It's totally okay to not visit your family for Thanksgiving this year
pastries on brown table

Putting a cross-generational large group of stressed out and maskless people in an indoor room during a pandemic sounds like a disaster waiting to happen. It also sounds a like Thanksgiving. An Ohio State University survey found that nearly two in five Americans are planning a Thanksgiving gathering with more than 10 people. Those two in five people should probably rethink their plans.

According to the director of the CDC, small gatherings in people's homes (which is exactly what Thanksgiving is) is a big source of COVID spread. They recently updated their guidelines for holiday celebrations. Virtual activities are the safest way to gather right now. The more people who show up to an event in person, the higher the risk is.

An analysis found that there's a near 100% chance of a COVID positive person showing up at a mid-sized gathering in the hardest-hit parts of the country, like the Dakotas. The odds are only slightly less for regions that have fared better in the COVID crisis, but it's still not great.


If you don't want to see your family this year, it's totally fine. This year, of all years, gives you the best excuse for not schlepping across the country for an extra-long weekend of tryptophan-fueled family fights. New Coronavirus infections are at an all-time high. Even though we're all sick of it, it's better to remain vigilant so we don't become actually sick.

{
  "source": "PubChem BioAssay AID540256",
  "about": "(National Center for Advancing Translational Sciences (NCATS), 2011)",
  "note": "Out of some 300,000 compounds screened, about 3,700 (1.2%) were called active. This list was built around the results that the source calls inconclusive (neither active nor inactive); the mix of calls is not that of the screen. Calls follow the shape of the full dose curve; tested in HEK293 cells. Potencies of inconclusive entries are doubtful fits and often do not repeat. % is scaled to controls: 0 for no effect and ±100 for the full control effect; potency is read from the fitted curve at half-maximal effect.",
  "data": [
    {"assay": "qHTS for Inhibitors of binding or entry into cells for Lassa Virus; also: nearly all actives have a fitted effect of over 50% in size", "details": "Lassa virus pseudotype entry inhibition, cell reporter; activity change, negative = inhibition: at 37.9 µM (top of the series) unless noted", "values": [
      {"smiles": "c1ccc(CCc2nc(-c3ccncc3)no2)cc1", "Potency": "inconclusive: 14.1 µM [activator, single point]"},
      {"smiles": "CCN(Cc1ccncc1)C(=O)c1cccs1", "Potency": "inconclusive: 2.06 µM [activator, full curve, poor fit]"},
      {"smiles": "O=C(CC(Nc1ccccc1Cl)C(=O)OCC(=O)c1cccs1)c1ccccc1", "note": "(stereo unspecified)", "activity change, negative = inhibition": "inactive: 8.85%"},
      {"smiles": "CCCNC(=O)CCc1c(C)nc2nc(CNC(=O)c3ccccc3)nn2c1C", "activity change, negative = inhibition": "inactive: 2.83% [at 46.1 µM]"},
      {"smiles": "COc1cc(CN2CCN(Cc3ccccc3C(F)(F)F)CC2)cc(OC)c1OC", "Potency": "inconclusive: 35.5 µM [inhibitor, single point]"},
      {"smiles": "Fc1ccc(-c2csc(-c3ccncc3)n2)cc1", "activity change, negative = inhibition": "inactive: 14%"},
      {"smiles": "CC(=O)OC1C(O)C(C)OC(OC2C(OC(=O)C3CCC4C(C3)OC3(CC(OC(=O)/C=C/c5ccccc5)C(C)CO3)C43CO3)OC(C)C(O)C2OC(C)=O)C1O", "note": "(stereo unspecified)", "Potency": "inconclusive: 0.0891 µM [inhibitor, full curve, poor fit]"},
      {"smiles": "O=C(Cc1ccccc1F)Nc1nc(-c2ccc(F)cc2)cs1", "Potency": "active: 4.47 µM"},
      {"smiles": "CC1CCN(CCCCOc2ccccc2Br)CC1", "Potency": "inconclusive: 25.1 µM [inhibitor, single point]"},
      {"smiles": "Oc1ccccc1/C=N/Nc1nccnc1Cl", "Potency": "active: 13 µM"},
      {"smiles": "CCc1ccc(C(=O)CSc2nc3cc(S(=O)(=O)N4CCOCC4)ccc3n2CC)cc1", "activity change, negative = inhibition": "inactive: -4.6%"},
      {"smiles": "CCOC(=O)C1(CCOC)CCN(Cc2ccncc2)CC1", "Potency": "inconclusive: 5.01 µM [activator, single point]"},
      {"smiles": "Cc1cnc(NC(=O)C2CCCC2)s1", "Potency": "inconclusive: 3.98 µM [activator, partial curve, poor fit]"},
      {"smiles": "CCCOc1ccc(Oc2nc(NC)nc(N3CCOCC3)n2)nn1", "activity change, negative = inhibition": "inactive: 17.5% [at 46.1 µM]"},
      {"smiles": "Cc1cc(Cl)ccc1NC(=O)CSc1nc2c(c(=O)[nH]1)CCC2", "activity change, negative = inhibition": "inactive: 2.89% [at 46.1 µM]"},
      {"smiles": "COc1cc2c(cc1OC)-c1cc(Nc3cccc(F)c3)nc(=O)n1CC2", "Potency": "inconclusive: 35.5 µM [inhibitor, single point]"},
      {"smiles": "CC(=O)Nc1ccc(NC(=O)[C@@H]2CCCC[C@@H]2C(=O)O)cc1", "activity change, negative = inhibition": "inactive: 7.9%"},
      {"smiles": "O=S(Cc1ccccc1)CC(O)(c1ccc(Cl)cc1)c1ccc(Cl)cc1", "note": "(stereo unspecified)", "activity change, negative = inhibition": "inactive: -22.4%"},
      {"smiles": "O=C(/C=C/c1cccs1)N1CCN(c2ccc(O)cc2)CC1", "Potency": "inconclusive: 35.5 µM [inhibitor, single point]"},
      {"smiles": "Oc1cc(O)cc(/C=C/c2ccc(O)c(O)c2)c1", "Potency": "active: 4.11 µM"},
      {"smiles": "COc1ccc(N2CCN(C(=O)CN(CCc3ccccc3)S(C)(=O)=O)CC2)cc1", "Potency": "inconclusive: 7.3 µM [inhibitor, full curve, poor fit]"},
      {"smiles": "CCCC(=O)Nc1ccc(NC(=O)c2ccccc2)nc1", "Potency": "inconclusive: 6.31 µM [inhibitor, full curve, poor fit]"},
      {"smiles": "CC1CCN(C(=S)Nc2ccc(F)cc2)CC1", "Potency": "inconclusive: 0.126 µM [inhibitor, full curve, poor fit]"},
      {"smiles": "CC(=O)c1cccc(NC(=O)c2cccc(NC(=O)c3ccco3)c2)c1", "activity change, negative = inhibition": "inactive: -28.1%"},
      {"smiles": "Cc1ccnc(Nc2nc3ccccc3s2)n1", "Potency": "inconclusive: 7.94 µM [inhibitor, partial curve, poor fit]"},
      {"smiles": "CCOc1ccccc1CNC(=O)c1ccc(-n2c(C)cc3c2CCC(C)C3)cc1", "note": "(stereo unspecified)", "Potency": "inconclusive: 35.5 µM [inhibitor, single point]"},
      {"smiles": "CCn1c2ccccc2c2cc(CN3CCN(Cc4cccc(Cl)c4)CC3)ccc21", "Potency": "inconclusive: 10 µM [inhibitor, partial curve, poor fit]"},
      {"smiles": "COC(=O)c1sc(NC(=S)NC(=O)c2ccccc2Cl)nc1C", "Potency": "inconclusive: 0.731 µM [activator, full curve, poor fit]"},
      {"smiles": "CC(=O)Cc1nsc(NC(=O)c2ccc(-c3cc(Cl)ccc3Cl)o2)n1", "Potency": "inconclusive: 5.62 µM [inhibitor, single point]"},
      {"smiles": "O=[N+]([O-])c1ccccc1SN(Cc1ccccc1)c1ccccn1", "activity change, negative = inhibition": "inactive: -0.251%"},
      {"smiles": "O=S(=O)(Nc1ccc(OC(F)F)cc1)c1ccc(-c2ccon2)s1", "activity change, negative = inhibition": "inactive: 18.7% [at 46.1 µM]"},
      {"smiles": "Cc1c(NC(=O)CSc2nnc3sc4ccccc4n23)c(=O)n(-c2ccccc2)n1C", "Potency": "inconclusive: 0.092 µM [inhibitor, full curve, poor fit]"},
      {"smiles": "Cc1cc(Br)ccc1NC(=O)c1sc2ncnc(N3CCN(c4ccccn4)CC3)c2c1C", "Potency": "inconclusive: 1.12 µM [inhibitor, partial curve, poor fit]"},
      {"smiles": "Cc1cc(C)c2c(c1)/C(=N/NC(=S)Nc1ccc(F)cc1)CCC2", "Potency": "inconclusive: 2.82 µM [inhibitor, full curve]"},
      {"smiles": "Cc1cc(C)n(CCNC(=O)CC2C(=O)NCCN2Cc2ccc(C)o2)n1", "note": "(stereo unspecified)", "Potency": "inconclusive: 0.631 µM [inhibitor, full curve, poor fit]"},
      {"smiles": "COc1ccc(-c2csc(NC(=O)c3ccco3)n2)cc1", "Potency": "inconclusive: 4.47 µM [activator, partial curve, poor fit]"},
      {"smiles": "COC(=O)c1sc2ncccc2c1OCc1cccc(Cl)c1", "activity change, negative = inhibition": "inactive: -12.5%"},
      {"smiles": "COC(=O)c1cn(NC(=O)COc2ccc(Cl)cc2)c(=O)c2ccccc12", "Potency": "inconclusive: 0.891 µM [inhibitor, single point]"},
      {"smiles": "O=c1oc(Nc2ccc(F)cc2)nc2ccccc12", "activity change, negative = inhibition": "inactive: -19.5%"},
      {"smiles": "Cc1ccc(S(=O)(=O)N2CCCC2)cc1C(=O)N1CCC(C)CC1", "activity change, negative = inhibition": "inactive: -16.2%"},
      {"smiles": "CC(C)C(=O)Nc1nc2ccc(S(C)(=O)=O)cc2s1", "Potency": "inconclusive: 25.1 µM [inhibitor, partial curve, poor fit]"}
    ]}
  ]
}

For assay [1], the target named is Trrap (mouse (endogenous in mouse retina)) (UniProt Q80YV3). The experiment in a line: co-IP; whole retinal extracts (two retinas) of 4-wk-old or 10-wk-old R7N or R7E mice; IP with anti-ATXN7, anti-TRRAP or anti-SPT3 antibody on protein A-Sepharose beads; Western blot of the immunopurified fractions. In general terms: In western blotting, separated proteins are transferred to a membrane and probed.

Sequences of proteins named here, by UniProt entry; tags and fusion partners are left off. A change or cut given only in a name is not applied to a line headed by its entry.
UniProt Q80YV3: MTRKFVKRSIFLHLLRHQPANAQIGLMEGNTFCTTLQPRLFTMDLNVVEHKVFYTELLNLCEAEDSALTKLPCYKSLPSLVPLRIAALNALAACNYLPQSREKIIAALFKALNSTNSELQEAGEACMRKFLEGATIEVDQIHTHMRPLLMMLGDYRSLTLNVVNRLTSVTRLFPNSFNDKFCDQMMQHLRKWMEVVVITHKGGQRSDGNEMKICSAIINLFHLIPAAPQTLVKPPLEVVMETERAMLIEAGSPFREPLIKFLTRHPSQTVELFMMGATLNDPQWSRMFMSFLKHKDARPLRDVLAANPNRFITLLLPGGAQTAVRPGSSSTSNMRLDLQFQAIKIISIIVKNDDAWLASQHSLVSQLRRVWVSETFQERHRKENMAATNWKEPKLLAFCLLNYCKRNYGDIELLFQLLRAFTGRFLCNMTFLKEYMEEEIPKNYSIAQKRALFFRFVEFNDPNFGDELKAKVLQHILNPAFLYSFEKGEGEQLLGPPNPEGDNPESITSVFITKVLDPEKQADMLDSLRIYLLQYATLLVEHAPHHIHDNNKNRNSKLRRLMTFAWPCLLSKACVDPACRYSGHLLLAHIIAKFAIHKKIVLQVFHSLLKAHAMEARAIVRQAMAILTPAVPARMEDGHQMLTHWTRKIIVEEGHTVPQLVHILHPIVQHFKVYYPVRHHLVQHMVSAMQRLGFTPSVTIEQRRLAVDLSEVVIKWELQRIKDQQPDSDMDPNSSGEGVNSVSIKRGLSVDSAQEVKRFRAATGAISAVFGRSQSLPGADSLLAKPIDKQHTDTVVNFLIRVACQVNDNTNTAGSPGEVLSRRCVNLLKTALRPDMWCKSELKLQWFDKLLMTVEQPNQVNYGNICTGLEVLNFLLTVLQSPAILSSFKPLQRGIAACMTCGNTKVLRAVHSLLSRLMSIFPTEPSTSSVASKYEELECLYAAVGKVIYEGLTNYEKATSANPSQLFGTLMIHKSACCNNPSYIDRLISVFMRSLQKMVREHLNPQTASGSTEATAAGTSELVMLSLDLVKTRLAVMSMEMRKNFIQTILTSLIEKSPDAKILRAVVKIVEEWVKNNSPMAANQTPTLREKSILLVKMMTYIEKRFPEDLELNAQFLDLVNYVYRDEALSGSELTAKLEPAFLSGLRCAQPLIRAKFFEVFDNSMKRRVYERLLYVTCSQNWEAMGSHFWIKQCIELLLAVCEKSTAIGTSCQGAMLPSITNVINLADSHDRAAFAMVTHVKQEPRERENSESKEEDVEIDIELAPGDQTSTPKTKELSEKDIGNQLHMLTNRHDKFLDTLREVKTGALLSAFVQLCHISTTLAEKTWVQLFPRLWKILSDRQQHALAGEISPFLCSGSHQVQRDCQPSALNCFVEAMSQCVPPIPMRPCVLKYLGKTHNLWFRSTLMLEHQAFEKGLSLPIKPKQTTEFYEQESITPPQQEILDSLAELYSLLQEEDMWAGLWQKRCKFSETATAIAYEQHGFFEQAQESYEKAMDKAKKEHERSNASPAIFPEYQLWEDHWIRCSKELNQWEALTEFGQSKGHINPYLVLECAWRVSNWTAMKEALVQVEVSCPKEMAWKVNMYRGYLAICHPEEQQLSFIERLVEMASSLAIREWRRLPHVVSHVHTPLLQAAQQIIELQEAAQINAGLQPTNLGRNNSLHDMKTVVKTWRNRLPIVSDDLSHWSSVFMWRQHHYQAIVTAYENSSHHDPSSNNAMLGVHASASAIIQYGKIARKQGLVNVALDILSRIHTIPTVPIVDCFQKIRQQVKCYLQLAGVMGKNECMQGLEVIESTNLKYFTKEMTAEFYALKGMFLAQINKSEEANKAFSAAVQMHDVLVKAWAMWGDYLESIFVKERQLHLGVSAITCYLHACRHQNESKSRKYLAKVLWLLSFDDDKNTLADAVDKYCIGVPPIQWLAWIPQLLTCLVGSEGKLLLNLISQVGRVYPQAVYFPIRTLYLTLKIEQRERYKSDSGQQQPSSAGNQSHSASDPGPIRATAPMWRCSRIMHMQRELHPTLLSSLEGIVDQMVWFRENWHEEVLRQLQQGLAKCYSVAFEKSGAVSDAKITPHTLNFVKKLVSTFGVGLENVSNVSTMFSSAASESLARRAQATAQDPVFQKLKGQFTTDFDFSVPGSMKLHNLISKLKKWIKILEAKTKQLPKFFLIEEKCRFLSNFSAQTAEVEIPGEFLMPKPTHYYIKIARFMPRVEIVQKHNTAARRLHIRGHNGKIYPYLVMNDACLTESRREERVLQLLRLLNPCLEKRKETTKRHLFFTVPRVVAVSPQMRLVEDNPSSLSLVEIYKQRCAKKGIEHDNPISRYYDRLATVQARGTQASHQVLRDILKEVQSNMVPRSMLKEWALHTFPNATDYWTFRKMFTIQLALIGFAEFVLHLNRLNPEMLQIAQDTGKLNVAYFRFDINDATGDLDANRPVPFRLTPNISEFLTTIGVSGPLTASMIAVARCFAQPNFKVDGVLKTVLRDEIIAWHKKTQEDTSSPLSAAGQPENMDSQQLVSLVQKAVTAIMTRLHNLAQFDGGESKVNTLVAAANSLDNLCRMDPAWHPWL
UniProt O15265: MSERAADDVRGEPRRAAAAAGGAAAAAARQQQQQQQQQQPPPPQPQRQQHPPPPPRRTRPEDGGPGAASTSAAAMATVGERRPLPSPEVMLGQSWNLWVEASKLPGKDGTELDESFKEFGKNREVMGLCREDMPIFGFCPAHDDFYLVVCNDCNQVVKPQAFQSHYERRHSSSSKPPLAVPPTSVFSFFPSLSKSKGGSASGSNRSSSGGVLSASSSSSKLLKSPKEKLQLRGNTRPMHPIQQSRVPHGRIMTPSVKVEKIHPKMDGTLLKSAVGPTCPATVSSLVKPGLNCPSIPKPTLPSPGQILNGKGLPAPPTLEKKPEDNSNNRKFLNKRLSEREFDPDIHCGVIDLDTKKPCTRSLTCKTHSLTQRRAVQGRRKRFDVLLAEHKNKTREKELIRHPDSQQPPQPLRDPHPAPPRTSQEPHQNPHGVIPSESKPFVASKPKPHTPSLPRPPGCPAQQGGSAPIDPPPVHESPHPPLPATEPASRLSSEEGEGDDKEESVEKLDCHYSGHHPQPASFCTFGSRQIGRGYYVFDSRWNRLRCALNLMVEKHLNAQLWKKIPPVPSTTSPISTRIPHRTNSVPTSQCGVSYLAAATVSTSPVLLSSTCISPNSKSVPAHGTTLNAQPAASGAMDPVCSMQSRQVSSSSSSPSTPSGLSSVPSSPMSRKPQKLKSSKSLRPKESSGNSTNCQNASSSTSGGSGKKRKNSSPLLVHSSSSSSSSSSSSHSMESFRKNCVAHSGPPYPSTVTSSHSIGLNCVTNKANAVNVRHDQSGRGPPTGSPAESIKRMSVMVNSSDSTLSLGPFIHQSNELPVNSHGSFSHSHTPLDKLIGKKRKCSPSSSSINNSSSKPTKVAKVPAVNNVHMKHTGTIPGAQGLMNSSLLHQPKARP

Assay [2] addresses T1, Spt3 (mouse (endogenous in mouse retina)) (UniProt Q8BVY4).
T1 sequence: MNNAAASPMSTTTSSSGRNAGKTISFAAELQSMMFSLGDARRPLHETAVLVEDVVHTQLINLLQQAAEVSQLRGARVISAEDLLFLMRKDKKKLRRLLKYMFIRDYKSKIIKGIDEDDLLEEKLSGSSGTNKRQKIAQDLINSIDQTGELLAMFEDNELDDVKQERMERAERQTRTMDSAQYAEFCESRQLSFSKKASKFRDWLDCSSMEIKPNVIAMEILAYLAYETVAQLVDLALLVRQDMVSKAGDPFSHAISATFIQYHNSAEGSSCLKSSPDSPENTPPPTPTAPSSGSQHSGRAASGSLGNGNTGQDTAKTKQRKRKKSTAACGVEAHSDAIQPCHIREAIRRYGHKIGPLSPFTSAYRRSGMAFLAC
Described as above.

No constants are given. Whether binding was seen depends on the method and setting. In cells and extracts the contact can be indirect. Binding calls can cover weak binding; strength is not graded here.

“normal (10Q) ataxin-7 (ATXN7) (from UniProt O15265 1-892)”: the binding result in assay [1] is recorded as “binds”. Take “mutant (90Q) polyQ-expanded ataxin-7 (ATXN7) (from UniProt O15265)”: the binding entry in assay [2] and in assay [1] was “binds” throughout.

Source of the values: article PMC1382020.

We've had a chance to see what happened to our neighbors to the north. Canadian Thanksgiving, which took place in October, led to a spike in Canadian COVID cases. While numbers were on the rise before the holiday (and they're also on the rise here, by the way), the two weeks following Canadian Thanksgiving saw the highest number of COVID cases yet. Contract tracing also found a link between holiday gatherings and an increase in cases.

All of this doesn't necessarily mean you need to be fearful. But it does mean you should be cautious, considerate, and vigilant. "It's important for all of us to not let our guard down during Thanksgiving," Dr. Deborah Brix said during a media briefing. "This virus can spread among families and among friends if you take your mask off and are primarily indoors." Brix also warned that it's not wise to let your hair down just because you're not out and about. "When in private, we [need to take] the same precautions that we take in public."

Skipping a visit with your family this year can help ensure that they're around for you to visit next year. Plus, there's no shame in ordering take-out turkey then hopping on a zoom to argue about politics with grandma.

Photo courtesy of Capital One
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Girls For a Change is one of many local nonprofits that receive support from the Capital One Impact Initiative, which strives to close gaps in equity while helping people gain better access to economic and social opportunities. The initial $200 million, five-year national commitment aims to support growth in underserved communities as well as advance socioeconomic mobility.

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